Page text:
First time purchasers of robotic work cells have interesting insights and questions about their new robotic work cells. If you are new to robotic palletizing and other robotic work cell for manufacturing and warehousing, perhaps the following will give you some confidence to move forward on that project you have been considering.
Owners of a new robot cell should have two primary concerns about maintenance and ongoing support of their cell(s); equipment failure, and the need to make changes to the robot’s program or operation. Each of these areas of support is discussed below.
Common robot cell components
Robot cell components typically include;
- Safety equipment (light curtains, push buttons, pull cords, safety relays, air dump valves)
- End of arm tooling (could be air or electric/servo controlled)
- Conveyor or means to deliver raw product or parts to cell, if applicable
- Conveyor or means to take away finished product or parts from cell, if applicable
- Part registration mechanism(s)
- PLC to control equipment within cell and/or interface with equipment outside of cell
- Input/output modules and conveyor drives to send/receive signals to/from sensors and drive motors
- Vision equipment, if applicable
- Robot and its controller
If you show the above list to the typical plant maintenance person, they are likely to be familiar with all but the last two items on the list; Robot/Robot Controller and Vision Equipment.
Years ago you might have considered doing your own tune-up on a Dodge slant 6 engine; only a skilled and well trained auto mechanic should be working on today’s car engines with their high level of sensors and computer controls. Similarly, if you aren’t working with robots and their controllers and programming language on a daily basis, it is difficult to maintain the familiarity with them to be efficient working on them.
The good news is that the most likely failure in your new robot cell will not be with the robot. In fact, with 80,000 to 100,000 hour mean time between failure (MTBF) for the most recent models of FANUC robot equipment, there is little to worry about over the life of the robot as long as your integrator or you have applied it properly (proper load capacity). If you do have a robot/controller related failure, your best line of response is going to be a trusted robot service partner – ideally one who has experience with your particular robot cell(s) or at least with robot cells performing similar tasks. If you have a limited number of robots in your plant or facility you will likely find it difficult to maintain sufficient experience/training to change out robot drives, replace wiring harnesses (a common task after 7 to 10 years of use), and do other diagnostics/support on the robot and controller. A good, respected robot service provider will typically be in / out in a day and will always charge a reasonable amount for this type of service work. Look for a “Level 4 Certified Servicing Integrator” designation for FANUC robot service providers.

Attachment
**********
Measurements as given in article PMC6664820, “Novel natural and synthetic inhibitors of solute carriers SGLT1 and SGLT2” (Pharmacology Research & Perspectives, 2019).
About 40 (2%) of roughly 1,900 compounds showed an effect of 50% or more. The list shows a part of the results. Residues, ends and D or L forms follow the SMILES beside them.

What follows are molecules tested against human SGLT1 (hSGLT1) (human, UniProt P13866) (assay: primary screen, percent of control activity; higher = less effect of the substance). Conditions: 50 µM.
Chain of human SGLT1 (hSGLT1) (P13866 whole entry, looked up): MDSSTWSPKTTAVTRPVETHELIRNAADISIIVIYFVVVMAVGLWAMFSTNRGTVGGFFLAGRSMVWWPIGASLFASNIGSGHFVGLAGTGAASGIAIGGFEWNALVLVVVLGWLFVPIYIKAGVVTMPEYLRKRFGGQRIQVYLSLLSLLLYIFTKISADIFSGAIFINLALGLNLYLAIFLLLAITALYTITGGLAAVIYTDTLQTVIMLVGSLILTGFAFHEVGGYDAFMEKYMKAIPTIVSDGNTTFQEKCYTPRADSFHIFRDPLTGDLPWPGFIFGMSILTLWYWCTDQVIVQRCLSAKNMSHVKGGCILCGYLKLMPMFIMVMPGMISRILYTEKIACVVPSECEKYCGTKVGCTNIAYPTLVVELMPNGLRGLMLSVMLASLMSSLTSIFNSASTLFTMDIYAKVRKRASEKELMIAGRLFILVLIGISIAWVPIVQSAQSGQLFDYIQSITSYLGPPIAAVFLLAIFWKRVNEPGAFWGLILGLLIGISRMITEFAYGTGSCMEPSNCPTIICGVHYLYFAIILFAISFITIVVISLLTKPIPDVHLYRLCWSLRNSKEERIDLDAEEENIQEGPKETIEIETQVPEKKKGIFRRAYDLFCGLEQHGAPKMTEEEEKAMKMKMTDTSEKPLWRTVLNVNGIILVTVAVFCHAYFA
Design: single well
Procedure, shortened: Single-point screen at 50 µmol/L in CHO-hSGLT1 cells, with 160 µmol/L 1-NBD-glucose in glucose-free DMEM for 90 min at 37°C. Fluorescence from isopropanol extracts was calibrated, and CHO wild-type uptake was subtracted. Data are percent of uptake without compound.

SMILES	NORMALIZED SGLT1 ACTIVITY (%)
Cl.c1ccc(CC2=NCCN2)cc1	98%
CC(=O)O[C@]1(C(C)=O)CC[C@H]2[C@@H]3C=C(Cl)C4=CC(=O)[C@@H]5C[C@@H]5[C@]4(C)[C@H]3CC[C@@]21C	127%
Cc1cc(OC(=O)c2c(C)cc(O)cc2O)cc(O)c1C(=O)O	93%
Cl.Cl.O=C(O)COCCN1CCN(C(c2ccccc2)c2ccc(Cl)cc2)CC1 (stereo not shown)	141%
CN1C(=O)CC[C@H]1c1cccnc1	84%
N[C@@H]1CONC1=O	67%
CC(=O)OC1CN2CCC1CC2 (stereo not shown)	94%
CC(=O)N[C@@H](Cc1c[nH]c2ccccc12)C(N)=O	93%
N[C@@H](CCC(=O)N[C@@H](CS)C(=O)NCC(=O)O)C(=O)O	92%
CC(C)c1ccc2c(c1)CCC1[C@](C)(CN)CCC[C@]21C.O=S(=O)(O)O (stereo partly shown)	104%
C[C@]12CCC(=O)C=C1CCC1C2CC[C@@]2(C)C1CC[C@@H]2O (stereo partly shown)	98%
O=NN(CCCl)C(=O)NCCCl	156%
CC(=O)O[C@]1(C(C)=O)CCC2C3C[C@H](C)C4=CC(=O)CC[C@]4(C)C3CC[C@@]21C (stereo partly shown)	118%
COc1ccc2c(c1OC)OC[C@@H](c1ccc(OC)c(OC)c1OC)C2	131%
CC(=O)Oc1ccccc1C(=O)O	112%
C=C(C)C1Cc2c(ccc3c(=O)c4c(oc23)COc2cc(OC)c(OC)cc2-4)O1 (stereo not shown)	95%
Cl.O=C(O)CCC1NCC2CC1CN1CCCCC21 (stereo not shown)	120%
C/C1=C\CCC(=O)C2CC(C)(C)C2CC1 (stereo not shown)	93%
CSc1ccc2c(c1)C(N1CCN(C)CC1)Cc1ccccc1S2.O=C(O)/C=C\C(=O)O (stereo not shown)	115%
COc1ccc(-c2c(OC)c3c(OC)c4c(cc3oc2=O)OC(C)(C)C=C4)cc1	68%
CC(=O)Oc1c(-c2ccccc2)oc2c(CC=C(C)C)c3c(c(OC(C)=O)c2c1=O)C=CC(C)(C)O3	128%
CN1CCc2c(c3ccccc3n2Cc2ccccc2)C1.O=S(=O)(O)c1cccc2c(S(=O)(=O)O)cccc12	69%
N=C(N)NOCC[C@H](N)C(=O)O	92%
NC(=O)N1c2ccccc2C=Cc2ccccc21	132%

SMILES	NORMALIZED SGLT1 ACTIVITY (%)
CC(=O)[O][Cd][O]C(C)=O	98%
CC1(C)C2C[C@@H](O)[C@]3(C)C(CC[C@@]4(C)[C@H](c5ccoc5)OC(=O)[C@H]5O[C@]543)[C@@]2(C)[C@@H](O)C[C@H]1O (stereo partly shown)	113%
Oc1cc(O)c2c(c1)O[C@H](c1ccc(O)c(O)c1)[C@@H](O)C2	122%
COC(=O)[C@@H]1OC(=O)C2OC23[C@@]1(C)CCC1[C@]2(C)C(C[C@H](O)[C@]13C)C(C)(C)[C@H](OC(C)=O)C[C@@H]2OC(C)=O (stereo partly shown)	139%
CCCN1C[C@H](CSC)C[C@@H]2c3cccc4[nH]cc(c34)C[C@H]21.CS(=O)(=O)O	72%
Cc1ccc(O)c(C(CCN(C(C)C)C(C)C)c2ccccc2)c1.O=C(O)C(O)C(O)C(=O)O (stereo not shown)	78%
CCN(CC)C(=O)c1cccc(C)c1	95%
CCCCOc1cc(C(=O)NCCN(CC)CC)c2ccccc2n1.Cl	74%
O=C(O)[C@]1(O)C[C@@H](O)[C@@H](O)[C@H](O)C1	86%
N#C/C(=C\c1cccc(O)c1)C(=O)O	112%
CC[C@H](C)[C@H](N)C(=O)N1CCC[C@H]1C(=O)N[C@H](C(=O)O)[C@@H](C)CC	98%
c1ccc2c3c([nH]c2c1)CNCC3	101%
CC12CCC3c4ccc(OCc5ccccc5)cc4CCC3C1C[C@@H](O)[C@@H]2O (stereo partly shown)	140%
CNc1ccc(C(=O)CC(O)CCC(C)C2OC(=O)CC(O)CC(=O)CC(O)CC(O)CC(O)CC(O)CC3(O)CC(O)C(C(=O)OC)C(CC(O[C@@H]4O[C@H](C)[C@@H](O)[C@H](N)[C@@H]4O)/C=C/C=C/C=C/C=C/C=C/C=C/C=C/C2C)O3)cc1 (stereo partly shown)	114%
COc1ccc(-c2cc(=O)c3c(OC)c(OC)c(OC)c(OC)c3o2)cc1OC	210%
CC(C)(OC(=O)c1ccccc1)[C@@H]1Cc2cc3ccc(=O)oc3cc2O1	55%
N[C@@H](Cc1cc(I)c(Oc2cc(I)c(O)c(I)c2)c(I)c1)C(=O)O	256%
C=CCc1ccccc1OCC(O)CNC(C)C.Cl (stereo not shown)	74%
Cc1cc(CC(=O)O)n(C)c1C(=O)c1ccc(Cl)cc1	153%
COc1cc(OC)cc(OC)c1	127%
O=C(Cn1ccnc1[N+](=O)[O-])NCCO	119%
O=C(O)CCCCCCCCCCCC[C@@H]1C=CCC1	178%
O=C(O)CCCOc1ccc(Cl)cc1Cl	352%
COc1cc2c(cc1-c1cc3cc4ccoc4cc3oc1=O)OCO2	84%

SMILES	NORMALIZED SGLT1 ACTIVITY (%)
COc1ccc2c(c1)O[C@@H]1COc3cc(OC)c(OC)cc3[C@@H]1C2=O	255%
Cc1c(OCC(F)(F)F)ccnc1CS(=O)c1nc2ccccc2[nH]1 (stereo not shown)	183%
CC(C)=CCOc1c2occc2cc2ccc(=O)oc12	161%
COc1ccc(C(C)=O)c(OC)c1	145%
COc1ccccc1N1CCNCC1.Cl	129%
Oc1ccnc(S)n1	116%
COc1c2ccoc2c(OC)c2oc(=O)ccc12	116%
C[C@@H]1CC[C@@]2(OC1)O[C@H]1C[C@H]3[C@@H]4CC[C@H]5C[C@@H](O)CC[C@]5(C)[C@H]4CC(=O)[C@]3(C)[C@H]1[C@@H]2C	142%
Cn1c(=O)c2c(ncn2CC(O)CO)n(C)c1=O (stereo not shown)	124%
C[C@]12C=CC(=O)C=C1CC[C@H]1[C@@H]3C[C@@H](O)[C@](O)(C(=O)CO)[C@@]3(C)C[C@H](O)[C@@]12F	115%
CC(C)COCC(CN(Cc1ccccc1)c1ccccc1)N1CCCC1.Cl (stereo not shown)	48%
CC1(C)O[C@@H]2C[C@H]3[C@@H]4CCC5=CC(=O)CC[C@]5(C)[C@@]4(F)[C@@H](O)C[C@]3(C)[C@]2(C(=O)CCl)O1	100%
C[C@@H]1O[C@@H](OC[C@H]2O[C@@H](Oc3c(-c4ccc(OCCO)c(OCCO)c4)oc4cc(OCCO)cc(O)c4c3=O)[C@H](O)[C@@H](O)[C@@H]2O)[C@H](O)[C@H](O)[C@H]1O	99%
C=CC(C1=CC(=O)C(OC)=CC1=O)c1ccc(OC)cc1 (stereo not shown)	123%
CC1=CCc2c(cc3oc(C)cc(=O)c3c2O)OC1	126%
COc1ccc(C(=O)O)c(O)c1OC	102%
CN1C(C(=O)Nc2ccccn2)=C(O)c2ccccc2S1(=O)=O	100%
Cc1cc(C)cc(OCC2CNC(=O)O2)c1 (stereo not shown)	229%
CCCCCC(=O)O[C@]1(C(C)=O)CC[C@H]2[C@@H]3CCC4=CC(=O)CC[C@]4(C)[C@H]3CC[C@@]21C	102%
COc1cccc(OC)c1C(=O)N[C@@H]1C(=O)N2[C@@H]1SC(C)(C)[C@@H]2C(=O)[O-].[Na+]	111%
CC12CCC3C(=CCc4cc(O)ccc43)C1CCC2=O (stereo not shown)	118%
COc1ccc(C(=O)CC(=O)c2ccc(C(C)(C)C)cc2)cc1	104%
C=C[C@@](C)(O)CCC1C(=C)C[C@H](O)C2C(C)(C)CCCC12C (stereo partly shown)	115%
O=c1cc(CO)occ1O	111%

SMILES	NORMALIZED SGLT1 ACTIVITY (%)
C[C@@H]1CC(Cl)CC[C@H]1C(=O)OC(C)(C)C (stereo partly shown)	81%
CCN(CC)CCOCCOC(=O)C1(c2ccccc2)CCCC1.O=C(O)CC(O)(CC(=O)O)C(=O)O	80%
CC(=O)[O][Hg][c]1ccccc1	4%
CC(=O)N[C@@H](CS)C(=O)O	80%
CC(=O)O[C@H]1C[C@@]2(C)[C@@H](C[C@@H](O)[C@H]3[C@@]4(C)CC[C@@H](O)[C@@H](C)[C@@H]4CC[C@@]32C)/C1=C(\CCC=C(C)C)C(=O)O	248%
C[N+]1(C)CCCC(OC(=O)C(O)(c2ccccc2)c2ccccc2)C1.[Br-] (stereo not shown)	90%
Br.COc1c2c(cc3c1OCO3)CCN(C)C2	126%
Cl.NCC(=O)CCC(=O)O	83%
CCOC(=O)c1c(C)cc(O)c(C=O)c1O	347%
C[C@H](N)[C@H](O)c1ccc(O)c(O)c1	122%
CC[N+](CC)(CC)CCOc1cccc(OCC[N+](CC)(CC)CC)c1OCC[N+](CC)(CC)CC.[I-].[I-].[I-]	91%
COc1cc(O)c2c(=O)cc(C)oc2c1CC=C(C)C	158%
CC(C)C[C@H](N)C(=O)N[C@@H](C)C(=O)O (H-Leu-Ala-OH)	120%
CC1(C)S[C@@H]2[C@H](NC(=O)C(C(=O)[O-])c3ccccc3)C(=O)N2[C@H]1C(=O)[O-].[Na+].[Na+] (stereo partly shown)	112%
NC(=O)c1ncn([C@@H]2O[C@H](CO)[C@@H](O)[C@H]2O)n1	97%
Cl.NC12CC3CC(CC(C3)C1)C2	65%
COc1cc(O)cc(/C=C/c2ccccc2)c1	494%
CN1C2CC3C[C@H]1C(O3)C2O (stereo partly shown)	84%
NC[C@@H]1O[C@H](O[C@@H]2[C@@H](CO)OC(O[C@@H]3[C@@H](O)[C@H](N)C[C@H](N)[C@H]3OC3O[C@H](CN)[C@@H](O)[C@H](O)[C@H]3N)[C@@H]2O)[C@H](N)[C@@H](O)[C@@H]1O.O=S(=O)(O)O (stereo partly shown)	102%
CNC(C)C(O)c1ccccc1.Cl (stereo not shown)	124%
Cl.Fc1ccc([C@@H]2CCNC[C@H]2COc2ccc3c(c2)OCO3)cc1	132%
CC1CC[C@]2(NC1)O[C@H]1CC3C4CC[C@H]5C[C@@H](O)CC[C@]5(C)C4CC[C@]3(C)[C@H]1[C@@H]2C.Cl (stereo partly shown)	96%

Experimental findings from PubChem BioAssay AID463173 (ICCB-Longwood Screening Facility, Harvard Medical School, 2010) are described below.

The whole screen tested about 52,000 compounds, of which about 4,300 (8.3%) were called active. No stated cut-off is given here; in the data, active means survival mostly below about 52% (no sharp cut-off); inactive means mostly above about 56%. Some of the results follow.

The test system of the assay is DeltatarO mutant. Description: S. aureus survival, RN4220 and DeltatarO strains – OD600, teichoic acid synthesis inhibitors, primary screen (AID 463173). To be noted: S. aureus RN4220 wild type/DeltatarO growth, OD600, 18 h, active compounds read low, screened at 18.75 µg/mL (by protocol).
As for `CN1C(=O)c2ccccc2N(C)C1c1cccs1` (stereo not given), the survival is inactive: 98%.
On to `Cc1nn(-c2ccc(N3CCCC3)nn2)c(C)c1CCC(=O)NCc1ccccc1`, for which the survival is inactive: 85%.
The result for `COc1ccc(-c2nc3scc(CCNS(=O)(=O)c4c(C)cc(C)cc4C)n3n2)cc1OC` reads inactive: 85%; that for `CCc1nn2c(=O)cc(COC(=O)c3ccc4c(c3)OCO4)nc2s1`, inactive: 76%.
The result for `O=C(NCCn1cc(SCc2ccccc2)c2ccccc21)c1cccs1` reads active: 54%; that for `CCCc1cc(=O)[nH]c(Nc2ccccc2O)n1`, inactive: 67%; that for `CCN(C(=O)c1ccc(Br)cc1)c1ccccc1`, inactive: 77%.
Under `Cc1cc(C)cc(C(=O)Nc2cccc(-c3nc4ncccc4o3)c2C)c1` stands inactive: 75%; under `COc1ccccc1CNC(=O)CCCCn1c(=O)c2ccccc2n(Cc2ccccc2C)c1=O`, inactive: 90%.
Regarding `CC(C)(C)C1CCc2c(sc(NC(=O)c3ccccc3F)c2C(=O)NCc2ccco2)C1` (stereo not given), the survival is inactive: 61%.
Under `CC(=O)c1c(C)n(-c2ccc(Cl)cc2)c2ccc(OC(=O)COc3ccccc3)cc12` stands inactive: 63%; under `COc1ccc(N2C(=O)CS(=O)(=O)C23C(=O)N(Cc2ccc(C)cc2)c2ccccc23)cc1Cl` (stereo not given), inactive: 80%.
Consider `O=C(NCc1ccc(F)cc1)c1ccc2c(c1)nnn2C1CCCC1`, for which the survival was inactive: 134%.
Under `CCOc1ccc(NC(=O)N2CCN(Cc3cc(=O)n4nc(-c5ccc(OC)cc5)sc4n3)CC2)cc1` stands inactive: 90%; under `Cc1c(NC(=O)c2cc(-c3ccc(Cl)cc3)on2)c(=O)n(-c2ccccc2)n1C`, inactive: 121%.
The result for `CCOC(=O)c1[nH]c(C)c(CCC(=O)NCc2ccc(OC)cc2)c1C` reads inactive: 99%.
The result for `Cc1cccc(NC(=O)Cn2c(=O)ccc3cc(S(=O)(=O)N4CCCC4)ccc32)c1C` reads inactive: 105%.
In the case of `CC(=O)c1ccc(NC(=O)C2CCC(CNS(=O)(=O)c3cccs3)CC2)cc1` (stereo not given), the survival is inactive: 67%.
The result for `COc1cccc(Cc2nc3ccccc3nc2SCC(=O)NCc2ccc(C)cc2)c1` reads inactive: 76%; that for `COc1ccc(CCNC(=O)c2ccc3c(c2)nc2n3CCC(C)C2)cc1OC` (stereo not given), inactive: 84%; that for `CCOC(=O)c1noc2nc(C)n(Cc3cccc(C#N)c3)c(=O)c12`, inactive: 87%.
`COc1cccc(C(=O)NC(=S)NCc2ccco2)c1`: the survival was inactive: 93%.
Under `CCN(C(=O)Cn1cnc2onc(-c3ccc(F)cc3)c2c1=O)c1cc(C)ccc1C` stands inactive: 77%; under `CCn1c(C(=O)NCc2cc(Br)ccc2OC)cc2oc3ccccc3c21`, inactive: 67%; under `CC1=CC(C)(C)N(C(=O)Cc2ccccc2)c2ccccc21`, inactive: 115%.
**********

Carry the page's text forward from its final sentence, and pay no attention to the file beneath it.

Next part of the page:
More likely failures will be with other equipment that is typically simpler to diagnose and troubleshoot – such as limit switch or photo cell failures, or switch/photo cell being out of adjustment, end-of-arm tool mechanism failing or being bent/broken due to mishandled part or part out of tolerance, and input or output card failure. The trickiest failure mode is typically faulty wiring due to wear and tear – repeated flexing will cause wires to fatigue and eventually break, most commonly at connection points. These failures can be intermittent and therefore difficult to diagnose and locate. Once located, they may need a special crimping tool to reassemble properly. A good technician will be methodical in locating and correcting these types of failures. A technician without the requisite skills or experience may never locate the source of the problem. Again, a servicing integrator can be your greatest ally with this type of problem.
If you have internet access on your factory floor, some robot integrators and most OEM manufacturers will have remote internet diagnostics. Keep in mind, however, that if you purchase your robot cell from an integrator you will want to contact the integrator for support rather than the robot’s manufacturer. The OEM supplier of the cell will have no documentation on any portion of the robot cell except for the robot itself. This is why it is so important to ensure that your integrator (or OEM) will be able to support you during any time your factory is in operation. If you are running a 24×7 operation, make you’re your integrator will provide a phone number for a technical contact 24 x 7.